Halibut Cuts Not As Severe As Feared

Pacific halibut catches for this year were cut by 7.5 percent – not the 30 percent most had feared. A coast wide catch of 31 million pounds was approved last Friday by the International Pacific Halibut Commission. Alaska’s share is 23 million pounds, down 2.5 million from 2012.

 

None of the proposed regulatory changes made it past the Commissioners this year. Among them: a request to have less invasive circle hooks as the only legal halibut gear. US Commissioner Jim Balsiger…

 

Balsiger: “Circle hooks are used by a lot of the gear already. So we are going to ask Halibut Commission staff to work on a public outreach mode, and to develop materials working with sportfish groups, commercial groups, to provide education on how circle hooks might be used more efficiently and more broadly through the industry.”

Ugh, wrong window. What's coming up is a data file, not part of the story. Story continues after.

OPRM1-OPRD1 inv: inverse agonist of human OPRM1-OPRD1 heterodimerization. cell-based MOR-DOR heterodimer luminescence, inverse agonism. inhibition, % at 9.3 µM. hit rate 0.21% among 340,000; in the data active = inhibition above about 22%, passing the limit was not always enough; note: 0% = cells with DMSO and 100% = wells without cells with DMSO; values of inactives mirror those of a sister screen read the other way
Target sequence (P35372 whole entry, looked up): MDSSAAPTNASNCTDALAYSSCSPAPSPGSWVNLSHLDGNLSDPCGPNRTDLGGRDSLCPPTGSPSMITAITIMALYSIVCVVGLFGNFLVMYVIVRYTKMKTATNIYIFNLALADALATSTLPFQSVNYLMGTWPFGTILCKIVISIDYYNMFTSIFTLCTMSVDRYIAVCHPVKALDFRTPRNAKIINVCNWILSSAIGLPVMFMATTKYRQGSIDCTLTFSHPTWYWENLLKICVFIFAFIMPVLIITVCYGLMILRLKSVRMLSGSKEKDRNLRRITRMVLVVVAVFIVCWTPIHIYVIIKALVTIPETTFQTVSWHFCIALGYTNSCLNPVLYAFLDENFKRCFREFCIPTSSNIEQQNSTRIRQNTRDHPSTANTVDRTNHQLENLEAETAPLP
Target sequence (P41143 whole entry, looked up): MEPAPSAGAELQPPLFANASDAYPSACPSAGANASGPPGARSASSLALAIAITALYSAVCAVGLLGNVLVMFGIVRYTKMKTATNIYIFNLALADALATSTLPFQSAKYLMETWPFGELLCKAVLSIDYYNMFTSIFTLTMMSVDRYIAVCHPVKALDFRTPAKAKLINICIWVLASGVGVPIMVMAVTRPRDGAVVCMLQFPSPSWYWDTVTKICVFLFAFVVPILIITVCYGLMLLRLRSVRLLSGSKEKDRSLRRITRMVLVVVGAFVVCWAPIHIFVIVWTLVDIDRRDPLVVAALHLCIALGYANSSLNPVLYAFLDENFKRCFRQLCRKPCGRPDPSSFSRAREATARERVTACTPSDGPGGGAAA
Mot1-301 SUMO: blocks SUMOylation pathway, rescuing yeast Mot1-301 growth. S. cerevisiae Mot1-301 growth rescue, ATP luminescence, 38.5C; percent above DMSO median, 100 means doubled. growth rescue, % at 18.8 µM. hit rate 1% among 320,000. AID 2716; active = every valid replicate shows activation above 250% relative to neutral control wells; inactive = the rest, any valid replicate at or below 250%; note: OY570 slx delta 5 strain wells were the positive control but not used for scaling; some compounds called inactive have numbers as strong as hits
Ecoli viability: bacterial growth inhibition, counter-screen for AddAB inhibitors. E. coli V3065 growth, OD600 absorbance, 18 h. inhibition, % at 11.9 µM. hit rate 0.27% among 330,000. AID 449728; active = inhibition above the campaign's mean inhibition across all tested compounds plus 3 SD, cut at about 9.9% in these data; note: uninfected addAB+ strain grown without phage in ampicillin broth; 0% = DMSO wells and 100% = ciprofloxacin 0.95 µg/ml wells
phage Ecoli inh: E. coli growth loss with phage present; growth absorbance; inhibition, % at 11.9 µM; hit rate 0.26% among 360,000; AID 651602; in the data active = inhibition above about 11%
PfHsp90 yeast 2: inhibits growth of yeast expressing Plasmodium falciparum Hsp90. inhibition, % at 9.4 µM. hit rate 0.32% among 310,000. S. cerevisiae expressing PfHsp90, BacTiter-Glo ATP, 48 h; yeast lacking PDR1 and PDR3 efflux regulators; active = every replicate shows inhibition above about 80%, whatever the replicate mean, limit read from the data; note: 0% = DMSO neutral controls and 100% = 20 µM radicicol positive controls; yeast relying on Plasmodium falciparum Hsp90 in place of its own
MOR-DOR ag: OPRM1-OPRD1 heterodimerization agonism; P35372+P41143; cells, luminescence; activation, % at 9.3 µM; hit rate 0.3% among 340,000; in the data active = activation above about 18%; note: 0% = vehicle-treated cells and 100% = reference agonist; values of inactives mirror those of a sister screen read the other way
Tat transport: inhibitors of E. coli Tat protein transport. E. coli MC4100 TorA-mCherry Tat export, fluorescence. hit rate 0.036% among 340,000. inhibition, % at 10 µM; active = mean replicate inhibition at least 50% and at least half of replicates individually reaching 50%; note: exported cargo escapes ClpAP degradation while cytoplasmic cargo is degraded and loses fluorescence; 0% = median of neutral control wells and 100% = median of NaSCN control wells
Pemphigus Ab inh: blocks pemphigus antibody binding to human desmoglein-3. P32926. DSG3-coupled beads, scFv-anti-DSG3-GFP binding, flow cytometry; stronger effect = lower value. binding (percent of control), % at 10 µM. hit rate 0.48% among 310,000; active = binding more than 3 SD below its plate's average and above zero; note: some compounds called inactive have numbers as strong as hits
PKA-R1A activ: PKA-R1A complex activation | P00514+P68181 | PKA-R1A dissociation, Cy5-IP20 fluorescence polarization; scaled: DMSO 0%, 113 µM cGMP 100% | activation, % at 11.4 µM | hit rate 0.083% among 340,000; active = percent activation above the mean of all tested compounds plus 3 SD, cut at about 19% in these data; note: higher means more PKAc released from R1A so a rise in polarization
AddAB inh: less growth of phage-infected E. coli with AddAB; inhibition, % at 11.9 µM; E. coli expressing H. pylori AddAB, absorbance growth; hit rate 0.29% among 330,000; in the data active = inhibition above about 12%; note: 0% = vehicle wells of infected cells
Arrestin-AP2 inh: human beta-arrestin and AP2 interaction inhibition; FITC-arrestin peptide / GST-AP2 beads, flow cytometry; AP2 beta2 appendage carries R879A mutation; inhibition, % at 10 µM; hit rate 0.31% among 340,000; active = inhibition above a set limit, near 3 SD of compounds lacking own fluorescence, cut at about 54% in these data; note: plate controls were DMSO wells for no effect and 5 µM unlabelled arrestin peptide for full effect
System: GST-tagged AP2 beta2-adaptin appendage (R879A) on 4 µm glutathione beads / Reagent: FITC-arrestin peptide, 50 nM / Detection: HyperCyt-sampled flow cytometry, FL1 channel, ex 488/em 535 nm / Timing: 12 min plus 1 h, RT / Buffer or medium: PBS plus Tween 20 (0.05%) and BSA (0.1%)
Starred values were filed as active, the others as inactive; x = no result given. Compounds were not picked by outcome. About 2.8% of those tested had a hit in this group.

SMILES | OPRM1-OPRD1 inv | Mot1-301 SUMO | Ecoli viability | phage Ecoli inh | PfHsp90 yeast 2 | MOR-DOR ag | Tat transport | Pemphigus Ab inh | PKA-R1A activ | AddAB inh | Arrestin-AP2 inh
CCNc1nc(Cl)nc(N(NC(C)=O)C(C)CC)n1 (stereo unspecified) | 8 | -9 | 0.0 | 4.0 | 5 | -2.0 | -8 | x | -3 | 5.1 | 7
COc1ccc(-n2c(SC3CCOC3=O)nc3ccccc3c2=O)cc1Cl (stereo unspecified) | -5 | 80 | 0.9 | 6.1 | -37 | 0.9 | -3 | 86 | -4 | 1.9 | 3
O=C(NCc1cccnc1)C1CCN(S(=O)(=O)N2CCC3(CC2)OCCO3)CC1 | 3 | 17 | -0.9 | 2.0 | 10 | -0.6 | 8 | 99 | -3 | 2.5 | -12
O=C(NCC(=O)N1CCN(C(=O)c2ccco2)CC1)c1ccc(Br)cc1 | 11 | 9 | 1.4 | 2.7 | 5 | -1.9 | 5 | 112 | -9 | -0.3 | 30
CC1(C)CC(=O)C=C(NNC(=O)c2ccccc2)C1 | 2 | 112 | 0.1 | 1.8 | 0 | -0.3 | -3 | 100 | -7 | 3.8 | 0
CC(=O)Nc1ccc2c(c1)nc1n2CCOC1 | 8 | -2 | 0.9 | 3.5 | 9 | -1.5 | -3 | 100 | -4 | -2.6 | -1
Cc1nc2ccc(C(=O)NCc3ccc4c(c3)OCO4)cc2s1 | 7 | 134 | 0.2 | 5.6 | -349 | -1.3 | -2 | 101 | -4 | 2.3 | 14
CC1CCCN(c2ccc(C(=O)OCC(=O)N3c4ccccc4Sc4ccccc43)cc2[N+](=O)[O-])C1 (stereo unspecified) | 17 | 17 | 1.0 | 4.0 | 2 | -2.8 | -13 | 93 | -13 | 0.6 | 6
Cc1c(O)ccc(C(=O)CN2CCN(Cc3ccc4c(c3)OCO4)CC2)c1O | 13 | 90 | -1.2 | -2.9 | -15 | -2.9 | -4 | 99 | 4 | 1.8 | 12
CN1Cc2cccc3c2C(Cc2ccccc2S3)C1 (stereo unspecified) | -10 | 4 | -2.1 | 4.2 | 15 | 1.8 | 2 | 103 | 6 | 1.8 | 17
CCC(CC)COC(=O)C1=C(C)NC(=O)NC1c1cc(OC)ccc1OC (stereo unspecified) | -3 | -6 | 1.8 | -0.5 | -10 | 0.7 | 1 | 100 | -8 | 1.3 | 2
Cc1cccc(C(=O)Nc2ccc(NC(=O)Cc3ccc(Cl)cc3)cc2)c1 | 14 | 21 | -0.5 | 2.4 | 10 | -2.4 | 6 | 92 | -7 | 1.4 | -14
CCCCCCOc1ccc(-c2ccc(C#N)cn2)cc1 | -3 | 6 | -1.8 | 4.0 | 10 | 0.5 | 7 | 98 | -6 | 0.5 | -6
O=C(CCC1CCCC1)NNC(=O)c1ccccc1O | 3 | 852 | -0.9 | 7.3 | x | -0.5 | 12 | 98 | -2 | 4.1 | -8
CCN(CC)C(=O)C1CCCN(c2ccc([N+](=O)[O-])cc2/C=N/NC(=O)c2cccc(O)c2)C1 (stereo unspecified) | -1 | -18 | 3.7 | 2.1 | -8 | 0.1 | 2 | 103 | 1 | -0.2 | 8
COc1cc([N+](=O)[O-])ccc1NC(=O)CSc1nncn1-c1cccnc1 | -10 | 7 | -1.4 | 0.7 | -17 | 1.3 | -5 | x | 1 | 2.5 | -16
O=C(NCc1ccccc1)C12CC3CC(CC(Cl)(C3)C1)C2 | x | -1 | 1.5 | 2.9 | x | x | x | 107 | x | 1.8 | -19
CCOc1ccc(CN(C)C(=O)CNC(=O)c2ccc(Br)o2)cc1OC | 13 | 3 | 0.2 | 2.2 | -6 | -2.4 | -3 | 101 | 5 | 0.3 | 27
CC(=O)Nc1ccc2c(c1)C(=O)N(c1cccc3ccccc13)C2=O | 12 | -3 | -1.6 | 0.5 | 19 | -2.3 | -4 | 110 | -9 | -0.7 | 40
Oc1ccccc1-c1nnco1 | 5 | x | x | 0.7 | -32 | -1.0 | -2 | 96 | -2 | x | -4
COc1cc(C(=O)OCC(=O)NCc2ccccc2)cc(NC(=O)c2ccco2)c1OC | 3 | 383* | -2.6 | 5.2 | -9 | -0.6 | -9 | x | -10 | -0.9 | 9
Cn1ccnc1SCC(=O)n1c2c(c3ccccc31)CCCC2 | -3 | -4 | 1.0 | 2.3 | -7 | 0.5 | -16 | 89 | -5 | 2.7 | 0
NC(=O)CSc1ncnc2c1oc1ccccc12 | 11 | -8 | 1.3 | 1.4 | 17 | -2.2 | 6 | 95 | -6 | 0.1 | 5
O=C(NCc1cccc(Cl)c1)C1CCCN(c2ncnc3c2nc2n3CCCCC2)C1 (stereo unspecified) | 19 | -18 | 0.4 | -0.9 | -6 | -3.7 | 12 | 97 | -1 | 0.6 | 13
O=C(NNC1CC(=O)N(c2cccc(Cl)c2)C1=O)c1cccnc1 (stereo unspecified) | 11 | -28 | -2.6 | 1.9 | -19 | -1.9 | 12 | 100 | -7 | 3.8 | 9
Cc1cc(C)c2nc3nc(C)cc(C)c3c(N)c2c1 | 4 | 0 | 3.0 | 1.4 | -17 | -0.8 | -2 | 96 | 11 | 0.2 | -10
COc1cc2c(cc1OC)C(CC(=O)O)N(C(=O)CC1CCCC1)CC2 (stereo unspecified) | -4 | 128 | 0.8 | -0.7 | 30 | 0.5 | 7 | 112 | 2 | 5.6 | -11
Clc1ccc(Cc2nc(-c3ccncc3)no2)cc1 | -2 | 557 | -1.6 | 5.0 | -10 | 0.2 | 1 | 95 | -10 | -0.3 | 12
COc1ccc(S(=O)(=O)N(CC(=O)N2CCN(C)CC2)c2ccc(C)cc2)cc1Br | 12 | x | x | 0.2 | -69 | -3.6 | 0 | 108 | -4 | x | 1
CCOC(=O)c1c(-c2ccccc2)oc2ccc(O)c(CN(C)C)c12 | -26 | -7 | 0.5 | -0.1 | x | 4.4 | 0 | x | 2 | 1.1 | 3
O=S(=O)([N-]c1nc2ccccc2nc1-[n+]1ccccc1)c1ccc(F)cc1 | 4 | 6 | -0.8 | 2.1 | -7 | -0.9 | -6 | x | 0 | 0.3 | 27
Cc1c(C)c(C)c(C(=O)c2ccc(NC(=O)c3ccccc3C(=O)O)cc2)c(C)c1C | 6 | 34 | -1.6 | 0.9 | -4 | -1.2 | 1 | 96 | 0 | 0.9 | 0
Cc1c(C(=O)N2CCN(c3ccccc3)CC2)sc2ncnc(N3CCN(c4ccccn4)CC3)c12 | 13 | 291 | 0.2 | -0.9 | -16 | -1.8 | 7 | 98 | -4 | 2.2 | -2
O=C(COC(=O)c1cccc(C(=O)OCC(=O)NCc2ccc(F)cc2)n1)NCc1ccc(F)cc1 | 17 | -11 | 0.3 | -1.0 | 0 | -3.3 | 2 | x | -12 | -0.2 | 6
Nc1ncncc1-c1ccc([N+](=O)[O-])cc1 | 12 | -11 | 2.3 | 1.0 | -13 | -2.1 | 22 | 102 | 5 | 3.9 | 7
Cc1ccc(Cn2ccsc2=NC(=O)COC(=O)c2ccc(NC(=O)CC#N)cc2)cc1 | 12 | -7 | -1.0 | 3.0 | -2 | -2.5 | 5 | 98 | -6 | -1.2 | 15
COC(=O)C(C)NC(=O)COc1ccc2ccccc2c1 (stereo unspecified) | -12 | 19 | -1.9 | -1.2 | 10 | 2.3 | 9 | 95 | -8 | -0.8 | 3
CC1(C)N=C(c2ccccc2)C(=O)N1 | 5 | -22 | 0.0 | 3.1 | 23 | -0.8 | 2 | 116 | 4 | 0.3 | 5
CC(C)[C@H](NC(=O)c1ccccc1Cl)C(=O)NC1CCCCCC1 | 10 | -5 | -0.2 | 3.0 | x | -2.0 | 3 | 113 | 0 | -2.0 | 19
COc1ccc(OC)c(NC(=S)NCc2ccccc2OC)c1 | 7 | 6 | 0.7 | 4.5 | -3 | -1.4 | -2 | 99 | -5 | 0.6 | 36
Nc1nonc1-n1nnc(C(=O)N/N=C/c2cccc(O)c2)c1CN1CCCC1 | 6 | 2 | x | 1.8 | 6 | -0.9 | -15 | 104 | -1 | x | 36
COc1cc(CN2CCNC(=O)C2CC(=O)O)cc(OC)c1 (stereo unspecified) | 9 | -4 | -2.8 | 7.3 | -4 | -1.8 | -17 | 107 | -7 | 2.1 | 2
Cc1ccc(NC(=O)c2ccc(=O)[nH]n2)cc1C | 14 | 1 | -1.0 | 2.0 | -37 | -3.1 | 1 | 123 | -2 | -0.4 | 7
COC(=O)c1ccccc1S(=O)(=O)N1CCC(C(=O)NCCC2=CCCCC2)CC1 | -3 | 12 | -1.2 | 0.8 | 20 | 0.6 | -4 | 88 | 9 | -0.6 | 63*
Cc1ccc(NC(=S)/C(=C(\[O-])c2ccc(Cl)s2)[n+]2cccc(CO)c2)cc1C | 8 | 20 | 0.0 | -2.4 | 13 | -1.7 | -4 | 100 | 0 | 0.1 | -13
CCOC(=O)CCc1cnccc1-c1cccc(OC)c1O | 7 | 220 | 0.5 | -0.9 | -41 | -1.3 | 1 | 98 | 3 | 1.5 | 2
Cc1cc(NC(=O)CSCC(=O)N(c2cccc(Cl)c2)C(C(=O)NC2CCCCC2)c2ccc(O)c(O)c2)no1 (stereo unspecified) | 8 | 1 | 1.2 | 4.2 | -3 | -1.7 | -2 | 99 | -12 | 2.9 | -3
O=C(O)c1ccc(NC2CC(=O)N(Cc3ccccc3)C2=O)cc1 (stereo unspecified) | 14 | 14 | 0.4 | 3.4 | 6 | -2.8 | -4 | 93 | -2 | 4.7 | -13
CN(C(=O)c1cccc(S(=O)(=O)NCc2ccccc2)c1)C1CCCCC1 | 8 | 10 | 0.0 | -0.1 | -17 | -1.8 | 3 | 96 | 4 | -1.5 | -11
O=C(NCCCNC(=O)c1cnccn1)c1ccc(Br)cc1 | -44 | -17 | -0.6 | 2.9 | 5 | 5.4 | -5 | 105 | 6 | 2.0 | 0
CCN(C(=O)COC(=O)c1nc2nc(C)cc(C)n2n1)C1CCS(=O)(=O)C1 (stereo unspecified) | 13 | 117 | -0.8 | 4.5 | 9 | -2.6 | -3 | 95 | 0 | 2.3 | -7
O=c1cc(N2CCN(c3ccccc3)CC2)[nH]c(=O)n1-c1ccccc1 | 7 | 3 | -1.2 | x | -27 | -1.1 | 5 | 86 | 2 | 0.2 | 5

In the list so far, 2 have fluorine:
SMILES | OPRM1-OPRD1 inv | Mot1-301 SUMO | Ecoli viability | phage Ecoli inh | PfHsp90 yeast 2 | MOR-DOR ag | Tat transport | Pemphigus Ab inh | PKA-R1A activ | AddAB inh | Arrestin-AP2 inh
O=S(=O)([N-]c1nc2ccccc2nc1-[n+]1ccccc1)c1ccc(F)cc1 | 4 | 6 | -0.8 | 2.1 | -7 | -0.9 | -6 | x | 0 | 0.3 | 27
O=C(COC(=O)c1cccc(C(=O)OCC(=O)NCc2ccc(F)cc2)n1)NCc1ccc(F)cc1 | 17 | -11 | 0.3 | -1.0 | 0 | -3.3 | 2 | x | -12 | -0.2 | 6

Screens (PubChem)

Southeast is the only Alaska region to get an increased halibut catch to about 3 three million pounds, up 13 percent. The Central Gulf 11 million pound catch is down seven percent; it’s a 15 percent drop for the Western Gulf at 4.3 million pounds. Halibut catches in Bering Sea regions all top one million pounds. Jim Balsiger put industry on notice that that the outlook for future halibut fisheries is quite bleak.

 

Balsiger: “We made a small step in a conservation direction this year, we reduced the catch by some 2 ¼ million pounds – but I don’t think it is likely that we will be able to retain those small steps towards conservation into the future.”

 

The Pacific halibut fishery this year will run from March 22 through November 7th.

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